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State let Immel withdraw train shed bid after error (UPDATE)

Howard Immel Inc. withdrew its bid for a project to build a new train shed at Milwaukee's Intermodal Station. (Staff photo by Kevin Harnack)

Howard Immel Inc. withdrew its bid for a project to build a new train shed at Milwaukee's Intermodal Station. (Staff photos by Kevin Harnack)

By Marie Rohde

Howard Immel Inc. failed to include a $1.8 million subcontractor’s cost in its bid to build a new train shed at the Milwaukee Intermodal Station, according to state records.

The error could have cost Immel its $400,000 proposal guaranty, but the Wisconsin Department of Transportation did not require the forfeiture.

On Wednesday, WisDOT allowed Immel to withdraw its bid proposal without penalty but expressed concern about what happened.

“The Department would like to stress our reservations about the manner in which the subcontractor quote was modified and subsequently not included in the bid,” said William McNary, WisDOT’s chief proposal management engineer.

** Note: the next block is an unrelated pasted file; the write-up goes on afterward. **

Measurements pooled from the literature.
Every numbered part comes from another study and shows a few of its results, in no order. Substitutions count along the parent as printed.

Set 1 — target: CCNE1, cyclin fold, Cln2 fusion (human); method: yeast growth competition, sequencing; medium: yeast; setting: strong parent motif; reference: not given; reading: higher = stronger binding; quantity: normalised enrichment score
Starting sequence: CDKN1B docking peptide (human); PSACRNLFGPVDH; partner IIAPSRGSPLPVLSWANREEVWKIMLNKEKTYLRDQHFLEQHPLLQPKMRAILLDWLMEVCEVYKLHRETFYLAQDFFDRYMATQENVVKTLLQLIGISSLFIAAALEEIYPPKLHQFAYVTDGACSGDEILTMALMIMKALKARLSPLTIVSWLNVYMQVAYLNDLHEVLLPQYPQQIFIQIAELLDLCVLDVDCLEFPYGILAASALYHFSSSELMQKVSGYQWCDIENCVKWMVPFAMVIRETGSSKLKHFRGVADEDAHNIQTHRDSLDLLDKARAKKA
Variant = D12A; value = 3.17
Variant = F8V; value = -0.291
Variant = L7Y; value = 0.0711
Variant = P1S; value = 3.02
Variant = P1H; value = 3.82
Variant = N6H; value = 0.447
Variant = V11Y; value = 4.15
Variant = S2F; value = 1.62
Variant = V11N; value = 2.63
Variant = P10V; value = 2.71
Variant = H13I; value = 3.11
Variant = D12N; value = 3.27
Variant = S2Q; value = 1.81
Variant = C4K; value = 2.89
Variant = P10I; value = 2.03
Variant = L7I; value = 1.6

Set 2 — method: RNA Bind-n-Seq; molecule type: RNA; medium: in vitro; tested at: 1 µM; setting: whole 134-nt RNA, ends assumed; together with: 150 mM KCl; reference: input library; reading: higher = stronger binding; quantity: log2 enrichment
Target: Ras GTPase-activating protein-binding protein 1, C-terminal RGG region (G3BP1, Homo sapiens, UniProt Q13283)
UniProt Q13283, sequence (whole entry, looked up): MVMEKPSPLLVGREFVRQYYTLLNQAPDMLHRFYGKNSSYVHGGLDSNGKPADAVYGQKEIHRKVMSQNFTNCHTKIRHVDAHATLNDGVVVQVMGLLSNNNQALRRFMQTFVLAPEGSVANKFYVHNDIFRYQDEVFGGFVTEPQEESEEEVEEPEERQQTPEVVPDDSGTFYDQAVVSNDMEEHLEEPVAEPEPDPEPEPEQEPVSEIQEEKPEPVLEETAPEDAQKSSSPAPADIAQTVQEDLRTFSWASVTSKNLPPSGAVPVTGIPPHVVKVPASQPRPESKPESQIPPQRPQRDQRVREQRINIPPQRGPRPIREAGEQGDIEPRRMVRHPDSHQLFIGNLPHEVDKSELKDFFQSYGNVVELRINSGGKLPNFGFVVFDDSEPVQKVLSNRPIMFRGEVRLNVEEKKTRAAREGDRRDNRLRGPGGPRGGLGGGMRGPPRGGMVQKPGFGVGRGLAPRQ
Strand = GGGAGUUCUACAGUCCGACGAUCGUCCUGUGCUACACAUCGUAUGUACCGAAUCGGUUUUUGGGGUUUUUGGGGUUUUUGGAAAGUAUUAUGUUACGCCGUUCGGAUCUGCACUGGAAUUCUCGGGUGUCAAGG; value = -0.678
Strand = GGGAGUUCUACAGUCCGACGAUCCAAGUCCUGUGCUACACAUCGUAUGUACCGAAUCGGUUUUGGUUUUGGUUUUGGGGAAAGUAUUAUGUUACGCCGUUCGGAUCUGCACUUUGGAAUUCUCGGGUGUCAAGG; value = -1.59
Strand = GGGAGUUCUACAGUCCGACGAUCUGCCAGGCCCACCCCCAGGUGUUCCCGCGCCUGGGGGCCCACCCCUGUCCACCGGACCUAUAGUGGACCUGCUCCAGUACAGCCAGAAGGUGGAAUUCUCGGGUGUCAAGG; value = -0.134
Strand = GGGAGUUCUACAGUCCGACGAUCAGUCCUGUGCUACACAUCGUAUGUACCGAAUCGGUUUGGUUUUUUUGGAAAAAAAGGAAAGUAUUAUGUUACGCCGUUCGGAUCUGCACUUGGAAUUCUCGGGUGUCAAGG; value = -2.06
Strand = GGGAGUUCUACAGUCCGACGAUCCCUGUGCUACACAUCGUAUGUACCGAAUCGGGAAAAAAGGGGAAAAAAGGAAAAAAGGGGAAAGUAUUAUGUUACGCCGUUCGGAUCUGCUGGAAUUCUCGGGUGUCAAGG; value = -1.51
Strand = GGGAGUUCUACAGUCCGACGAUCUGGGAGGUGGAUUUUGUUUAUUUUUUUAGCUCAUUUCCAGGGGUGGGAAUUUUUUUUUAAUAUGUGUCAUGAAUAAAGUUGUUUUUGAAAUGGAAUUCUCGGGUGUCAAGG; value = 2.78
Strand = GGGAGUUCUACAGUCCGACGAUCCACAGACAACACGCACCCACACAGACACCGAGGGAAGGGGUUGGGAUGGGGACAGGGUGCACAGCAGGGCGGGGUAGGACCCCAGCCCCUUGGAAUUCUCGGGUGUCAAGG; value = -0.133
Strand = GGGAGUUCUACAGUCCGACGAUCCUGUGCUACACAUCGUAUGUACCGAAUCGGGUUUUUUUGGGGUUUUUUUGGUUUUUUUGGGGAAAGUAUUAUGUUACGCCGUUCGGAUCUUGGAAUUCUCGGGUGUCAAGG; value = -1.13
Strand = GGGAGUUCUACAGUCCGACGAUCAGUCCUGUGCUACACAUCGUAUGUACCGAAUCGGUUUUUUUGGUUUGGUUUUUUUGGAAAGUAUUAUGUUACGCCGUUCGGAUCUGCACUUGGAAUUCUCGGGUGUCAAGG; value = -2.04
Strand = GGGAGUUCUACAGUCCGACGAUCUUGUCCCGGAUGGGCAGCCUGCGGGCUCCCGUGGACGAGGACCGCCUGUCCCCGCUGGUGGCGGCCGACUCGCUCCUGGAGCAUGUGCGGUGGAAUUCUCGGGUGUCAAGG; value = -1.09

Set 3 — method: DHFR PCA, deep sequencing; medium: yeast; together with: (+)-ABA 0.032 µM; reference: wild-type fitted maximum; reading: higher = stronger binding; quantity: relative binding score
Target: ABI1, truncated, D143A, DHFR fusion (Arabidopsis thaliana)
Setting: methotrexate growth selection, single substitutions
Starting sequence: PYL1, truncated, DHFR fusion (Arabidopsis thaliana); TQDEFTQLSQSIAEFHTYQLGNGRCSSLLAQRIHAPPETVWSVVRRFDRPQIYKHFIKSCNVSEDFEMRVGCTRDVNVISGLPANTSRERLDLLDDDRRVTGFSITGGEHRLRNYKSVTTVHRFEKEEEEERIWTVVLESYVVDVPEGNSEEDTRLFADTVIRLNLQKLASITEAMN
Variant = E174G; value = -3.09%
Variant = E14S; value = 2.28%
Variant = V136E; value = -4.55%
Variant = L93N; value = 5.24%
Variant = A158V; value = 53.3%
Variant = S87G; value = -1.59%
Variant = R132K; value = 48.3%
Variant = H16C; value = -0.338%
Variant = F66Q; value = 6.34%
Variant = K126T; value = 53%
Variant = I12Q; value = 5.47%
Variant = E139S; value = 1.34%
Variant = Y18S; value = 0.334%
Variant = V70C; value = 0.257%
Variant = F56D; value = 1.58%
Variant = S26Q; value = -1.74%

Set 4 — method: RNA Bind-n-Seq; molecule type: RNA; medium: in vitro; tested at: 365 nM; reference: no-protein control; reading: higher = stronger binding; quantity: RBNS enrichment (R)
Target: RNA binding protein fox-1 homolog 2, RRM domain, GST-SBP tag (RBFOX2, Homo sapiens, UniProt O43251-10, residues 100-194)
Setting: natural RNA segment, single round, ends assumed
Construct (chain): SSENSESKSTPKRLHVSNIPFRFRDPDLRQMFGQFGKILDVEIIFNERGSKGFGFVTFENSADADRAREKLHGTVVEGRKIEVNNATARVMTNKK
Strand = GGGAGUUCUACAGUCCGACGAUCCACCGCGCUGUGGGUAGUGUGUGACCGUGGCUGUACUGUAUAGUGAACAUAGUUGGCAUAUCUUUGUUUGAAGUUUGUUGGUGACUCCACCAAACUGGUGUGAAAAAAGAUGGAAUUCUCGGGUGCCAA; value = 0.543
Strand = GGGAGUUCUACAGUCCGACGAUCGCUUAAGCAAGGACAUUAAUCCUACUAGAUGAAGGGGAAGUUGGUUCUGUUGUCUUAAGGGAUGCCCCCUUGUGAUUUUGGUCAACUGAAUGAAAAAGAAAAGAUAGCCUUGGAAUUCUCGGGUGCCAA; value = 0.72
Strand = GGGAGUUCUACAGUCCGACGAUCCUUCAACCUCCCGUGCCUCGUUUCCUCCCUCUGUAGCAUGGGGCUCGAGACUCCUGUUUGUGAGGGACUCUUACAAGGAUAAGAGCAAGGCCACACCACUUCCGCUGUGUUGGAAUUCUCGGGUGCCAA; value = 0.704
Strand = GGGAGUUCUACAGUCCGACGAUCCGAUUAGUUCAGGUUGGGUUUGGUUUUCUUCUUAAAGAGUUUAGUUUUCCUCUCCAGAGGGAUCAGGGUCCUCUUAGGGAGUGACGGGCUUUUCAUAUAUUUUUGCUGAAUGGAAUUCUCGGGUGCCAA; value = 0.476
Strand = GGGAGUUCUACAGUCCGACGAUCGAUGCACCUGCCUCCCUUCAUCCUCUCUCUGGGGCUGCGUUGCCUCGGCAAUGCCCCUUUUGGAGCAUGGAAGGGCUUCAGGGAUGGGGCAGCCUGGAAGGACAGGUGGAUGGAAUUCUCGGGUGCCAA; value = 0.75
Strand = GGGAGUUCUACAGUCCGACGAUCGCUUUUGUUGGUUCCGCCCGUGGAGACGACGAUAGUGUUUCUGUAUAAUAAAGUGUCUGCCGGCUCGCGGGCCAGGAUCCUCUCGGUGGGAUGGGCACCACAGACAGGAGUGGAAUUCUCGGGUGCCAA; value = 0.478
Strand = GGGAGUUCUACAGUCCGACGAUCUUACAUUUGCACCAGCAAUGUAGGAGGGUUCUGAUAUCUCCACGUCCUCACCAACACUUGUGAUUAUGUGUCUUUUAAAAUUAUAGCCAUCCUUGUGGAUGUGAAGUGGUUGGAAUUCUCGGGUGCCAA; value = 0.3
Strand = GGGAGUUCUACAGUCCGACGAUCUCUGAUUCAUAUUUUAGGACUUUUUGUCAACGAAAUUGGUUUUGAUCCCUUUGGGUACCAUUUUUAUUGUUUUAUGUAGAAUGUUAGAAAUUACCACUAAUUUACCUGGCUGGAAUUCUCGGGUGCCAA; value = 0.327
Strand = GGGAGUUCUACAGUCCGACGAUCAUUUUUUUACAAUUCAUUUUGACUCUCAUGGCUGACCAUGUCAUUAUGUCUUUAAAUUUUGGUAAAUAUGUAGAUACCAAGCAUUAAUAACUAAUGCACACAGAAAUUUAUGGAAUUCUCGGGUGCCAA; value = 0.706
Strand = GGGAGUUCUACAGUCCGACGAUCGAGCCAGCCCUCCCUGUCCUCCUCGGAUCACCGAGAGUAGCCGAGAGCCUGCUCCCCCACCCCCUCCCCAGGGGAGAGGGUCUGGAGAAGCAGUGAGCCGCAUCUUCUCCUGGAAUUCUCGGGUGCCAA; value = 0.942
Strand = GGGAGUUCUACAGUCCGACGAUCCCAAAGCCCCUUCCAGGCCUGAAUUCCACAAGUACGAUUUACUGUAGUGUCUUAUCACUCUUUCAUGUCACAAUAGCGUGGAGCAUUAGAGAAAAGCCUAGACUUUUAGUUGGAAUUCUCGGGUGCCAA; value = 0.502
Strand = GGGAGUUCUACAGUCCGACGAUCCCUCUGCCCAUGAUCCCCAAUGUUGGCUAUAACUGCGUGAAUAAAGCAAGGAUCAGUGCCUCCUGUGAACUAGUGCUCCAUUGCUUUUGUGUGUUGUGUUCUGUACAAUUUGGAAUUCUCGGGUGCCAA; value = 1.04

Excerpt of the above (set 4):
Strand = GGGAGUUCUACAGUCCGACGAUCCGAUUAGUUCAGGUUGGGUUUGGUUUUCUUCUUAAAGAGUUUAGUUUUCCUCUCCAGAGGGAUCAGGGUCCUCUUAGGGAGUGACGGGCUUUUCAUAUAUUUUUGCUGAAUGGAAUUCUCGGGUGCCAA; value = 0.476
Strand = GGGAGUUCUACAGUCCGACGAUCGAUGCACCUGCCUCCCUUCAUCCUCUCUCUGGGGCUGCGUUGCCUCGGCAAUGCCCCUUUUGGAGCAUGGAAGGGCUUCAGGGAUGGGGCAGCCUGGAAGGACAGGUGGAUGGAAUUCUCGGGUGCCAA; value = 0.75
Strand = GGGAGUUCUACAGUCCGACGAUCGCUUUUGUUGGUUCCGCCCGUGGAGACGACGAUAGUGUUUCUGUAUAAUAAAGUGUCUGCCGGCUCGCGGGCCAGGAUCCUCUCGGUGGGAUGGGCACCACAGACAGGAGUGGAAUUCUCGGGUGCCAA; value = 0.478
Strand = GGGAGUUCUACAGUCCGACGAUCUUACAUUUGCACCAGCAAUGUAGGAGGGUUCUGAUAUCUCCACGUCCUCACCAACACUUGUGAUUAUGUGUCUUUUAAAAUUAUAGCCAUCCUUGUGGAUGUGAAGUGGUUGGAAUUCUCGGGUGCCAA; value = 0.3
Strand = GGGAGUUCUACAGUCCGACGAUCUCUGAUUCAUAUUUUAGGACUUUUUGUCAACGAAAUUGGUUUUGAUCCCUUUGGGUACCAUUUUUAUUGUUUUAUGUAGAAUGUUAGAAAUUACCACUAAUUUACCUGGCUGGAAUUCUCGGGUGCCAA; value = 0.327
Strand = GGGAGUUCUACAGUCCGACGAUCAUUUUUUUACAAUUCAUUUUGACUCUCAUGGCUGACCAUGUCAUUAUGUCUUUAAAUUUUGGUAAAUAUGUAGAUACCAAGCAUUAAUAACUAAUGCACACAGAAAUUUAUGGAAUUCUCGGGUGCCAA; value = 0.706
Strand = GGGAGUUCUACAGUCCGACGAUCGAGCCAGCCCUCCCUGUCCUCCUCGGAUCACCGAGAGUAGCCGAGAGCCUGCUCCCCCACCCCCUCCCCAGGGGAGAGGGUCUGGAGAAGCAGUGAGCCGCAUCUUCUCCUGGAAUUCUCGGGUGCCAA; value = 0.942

McNary noted that the error would create such a significant financial loss for Immel as to affect the company’s ability to do the job.

A report from Immel to McNary explaining the error gave a glimpse at the tense final moments of a general contractor preparing a complex bid. Kelly Hafeman, Immel president, did not return calls for comment.

According to the report, seven line items in the invitation to bid involved steel supply and erection costs. Immel received an e-mail bid from a subcontractor, Johnson Machine Works Inc., on Sept. 27, the day before the project submission deadline, according to the report. Immel reported that the bid was unsolicited, and Immel’s practice is to only accept bids submitted by fax but the company decided to use the e-mail bid nonetheless.

The conference room where Immel employees were working to prepare the bid was busy with a dedicated fax machine, two phones, cell phones and two computers, according to the report. One computer was dedicated to WisDOT’s electronic bid form and the other was dedicated to Immel’s internal bid form. There was also a large-screen television used by several Immel employees who were checking the DOT bid form for errors as information was being entered.

Six subcontractors submitted partial bids on steel and Immel had to break out the separate bids, which were not easy to compare, according to the report. Immel then had to put the amounts into the WisDOT form.

The Johnson e-mail bid came in the night before, according to the report, and Immel employees did not notice a revised bid sent from Johnson via e-mail, which was $1.8 million higher.



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